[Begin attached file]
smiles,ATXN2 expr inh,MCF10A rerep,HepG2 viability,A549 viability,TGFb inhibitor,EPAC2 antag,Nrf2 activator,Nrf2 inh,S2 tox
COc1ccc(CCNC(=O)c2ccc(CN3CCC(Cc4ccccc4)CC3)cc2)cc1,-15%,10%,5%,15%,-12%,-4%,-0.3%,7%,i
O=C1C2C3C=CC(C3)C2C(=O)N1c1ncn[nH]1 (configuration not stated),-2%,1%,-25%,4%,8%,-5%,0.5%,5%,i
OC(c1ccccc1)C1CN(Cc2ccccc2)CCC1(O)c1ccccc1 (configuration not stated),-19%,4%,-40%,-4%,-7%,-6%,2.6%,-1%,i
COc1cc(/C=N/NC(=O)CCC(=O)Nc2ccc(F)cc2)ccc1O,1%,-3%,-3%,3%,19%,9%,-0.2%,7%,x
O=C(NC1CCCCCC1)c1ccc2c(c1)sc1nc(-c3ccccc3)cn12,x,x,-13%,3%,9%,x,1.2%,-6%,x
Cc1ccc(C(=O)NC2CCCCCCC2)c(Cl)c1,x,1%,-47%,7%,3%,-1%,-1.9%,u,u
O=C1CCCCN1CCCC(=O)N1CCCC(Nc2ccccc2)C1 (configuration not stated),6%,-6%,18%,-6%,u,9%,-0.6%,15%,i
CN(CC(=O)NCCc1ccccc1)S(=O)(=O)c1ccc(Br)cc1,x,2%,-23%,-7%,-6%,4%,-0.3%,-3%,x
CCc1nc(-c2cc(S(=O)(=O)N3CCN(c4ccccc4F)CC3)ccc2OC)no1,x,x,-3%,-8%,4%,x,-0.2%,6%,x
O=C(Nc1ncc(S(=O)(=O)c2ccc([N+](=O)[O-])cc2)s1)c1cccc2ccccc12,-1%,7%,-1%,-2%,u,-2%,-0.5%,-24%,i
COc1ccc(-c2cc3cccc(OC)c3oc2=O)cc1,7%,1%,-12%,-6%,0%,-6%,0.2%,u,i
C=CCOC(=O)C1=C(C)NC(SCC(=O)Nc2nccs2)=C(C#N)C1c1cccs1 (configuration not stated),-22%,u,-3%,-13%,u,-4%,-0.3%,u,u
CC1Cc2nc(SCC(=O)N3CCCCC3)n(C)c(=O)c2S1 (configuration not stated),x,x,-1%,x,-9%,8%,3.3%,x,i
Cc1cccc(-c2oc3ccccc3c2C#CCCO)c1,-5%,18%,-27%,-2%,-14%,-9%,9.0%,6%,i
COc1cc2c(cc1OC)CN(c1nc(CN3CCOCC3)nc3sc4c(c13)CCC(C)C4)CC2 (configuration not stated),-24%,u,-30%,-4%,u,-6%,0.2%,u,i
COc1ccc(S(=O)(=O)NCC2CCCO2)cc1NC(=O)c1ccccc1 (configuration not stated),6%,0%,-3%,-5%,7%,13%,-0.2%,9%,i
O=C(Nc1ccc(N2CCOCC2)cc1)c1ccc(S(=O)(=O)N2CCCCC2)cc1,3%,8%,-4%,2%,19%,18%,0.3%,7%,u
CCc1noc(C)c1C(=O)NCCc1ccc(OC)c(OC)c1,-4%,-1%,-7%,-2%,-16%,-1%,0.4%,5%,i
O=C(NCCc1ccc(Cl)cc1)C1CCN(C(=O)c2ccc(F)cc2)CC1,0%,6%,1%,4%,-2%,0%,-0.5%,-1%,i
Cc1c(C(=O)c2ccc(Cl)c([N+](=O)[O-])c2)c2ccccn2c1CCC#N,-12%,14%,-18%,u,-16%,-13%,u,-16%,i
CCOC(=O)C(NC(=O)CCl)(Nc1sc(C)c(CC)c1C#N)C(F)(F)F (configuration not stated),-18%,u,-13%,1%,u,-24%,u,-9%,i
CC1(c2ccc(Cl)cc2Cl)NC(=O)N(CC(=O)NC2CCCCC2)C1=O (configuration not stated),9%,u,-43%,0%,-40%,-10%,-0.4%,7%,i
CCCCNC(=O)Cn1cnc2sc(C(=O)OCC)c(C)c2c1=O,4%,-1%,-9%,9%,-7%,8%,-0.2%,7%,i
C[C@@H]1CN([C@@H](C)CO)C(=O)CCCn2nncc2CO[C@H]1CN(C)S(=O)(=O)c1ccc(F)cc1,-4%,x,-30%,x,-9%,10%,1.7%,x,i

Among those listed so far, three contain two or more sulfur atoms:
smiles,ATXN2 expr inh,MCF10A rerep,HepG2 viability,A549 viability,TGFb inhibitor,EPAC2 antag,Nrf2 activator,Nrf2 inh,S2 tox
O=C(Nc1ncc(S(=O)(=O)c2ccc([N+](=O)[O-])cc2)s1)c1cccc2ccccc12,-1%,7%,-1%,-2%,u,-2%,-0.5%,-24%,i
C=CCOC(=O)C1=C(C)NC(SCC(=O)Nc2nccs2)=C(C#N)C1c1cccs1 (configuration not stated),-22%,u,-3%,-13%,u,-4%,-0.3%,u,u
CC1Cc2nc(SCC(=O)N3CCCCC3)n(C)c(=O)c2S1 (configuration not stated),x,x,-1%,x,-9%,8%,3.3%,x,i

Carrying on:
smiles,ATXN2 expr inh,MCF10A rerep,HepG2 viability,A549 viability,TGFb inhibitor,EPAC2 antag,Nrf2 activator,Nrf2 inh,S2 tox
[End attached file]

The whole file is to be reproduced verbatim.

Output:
smiles,ATXN2 expr inh,MCF10A rerep,HepG2 viability,A549 viability,TGFb inhibitor,EPAC2 antag,Nrf2 activator,Nrf2 inh,S2 tox
COc1ccc(CCNC(=O)c2ccc(CN3CCC(Cc4ccccc4)CC3)cc2)cc1,-15%,10%,5%,15%,-12%,-4%,-0.3%,7%,i
O=C1C2C3C=CC(C3)C2C(=O)N1c1ncn[nH]1 (configuration not stated),-2%,1%,-25%,4%,8%,-5%,0.5%,5%,i
OC(c1ccccc1)C1CN(Cc2ccccc2)CCC1(O)c1ccccc1 (configuration not stated),-19%,4%,-40%,-4%,-7%,-6%,2.6%,-1%,i
COc1cc(/C=N/NC(=O)CCC(=O)Nc2ccc(F)cc2)ccc1O,1%,-3%,-3%,3%,19%,9%,-0.2%,7%,x
O=C(NC1CCCCCC1)c1ccc2c(c1)sc1nc(-c3ccccc3)cn12,x,x,-13%,3%,9%,x,1.2%,-6%,x
Cc1ccc(C(=O)NC2CCCCCCC2)c(Cl)c1,x,1%,-47%,7%,3%,-1%,-1.9%,u,u
O=C1CCCCN1CCCC(=O)N1CCCC(Nc2ccccc2)C1 (configuration not stated),6%,-6%,18%,-6%,u,9%,-0.6%,15%,i
CN(CC(=O)NCCc1ccccc1)S(=O)(=O)c1ccc(Br)cc1,x,2%,-23%,-7%,-6%,4%,-0.3%,-3%,x
CCc1nc(-c2cc(S(=O)(=O)N3CCN(c4ccccc4F)CC3)ccc2OC)no1,x,x,-3%,-8%,4%,x,-0.2%,6%,x
O=C(Nc1ncc(S(=O)(=O)c2ccc([N+](=O)[O-])cc2)s1)c1cccc2ccccc12,-1%,7%,-1%,-2%,u,-2%,-0.5%,-24%,i
COc1ccc(-c2cc3cccc(OC)c3oc2=O)cc1,7%,1%,-12%,-6%,0%,-6%,0.2%,u,i
C=CCOC(=O)C1=C(C)NC(SCC(=O)Nc2nccs2)=C(C#N)C1c1cccs1 (configuration not stated),-22%,u,-3%,-13%,u,-4%,-0.3%,u,u
CC1Cc2nc(SCC(=O)N3CCCCC3)n(C)c(=O)c2S1 (configuration not stated),x,x,-1%,x,-9%,8%,3.3%,x,i
Cc1cccc(-c2oc3ccccc3c2C#CCCO)c1,-5%,18%,-27%,-2%,-14%,-9%,9.0%,6%,i
COc1cc2c(cc1OC)CN(c1nc(CN3CCOCC3)nc3sc4c(c13)CCC(C)C4)CC2 (configuration not stated),-24%,u,-30%,-4%,u,-6%,0.2%,u,i
COc1ccc(S(=O)(=O)NCC2CCCO2)cc1NC(=O)c1ccccc1 (configuration not stated),6%,0%,-3%,-5%,7%,13%,-0.2%,9%,i
O=C(Nc1ccc(N2CCOCC2)cc1)c1ccc(S(=O)(=O)N2CCCCC2)cc1,3%,8%,-4%,2%,19%,18%,0.3%,7%,u
CCc1noc(C)c1C(=O)NCCc1ccc(OC)c(OC)c1,-4%,-1%,-7%,-2%,-16%,-1%,0.4%,5%,i
O=C(NCCc1ccc(Cl)cc1)C1CCN(C(=O)c2ccc(F)cc2)CC1,0%,6%,1%,4%,-2%,0%,-0.5%,-1%,i
Cc1c(C(=O)c2ccc(Cl)c([N+](=O)[O-])c2)c2ccccn2c1CCC#N,-12%,14%,-18%,u,-16%,-13%,u,-16%,i
CCOC(=O)C(NC(=O)CCl)(Nc1sc(C)c(CC)c1C#N)C(F)(F)F (configuration not stated),-18%,u,-13%,1%,u,-24%,u,-9%,i
CC1(c2ccc(Cl)cc2Cl)NC(=O)N(CC(=O)NC2CCCCC2)C1=O (configuration not stated),9%,u,-43%,0%,-40%,-10%,-0.4%,7%,i
CCCCNC(=O)Cn1cnc2sc(C(=O)OCC)c(C)c2c1=O,4%,-1%,-9%,9%,-7%,8%,-0.2%,7%,i
C[C@@H]1CN([C@@H](C)CO)C(=O)CCCn2nncc2CO[C@H]1CN(C)S(=O)(=O)c1ccc(F)cc1,-4%,x,-30%,x,-9%,10%,1.7%,x,i

Among those listed so far, three contain two or more sulfur atoms:
smiles,ATXN2 expr inh,MCF10A rerep,HepG2 viability,A549 viability,TGFb inhibitor,EPAC2 antag,Nrf2 activator,Nrf2 inh,S2 tox
O=C(Nc1ncc(S(=O)(=O)c2ccc([N+](=O)[O-])cc2)s1)c1cccc2ccccc12,-1%,7%,-1%,-2%,u,-2%,-0.5%,-24%,i
C=CCOC(=O)C1=C(C)NC(SCC(=O)Nc2nccs2)=C(C#N)C1c1cccs1 (configuration not stated),-22%,u,-3%,-13%,u,-4%,-0.3%,u,u
CC1Cc2nc(SCC(=O)N3CCCCC3)n(C)c(=O)c2S1 (configuration not stated),x,x,-1%,x,-9%,8%,3.3%,x,i

Carrying on:
smiles,ATXN2 expr inh,MCF10A rerep,HepG2 viability,A549 viability,TGFb inhibitor,EPAC2 antag,Nrf2 activator,Nrf2 inh,S2 tox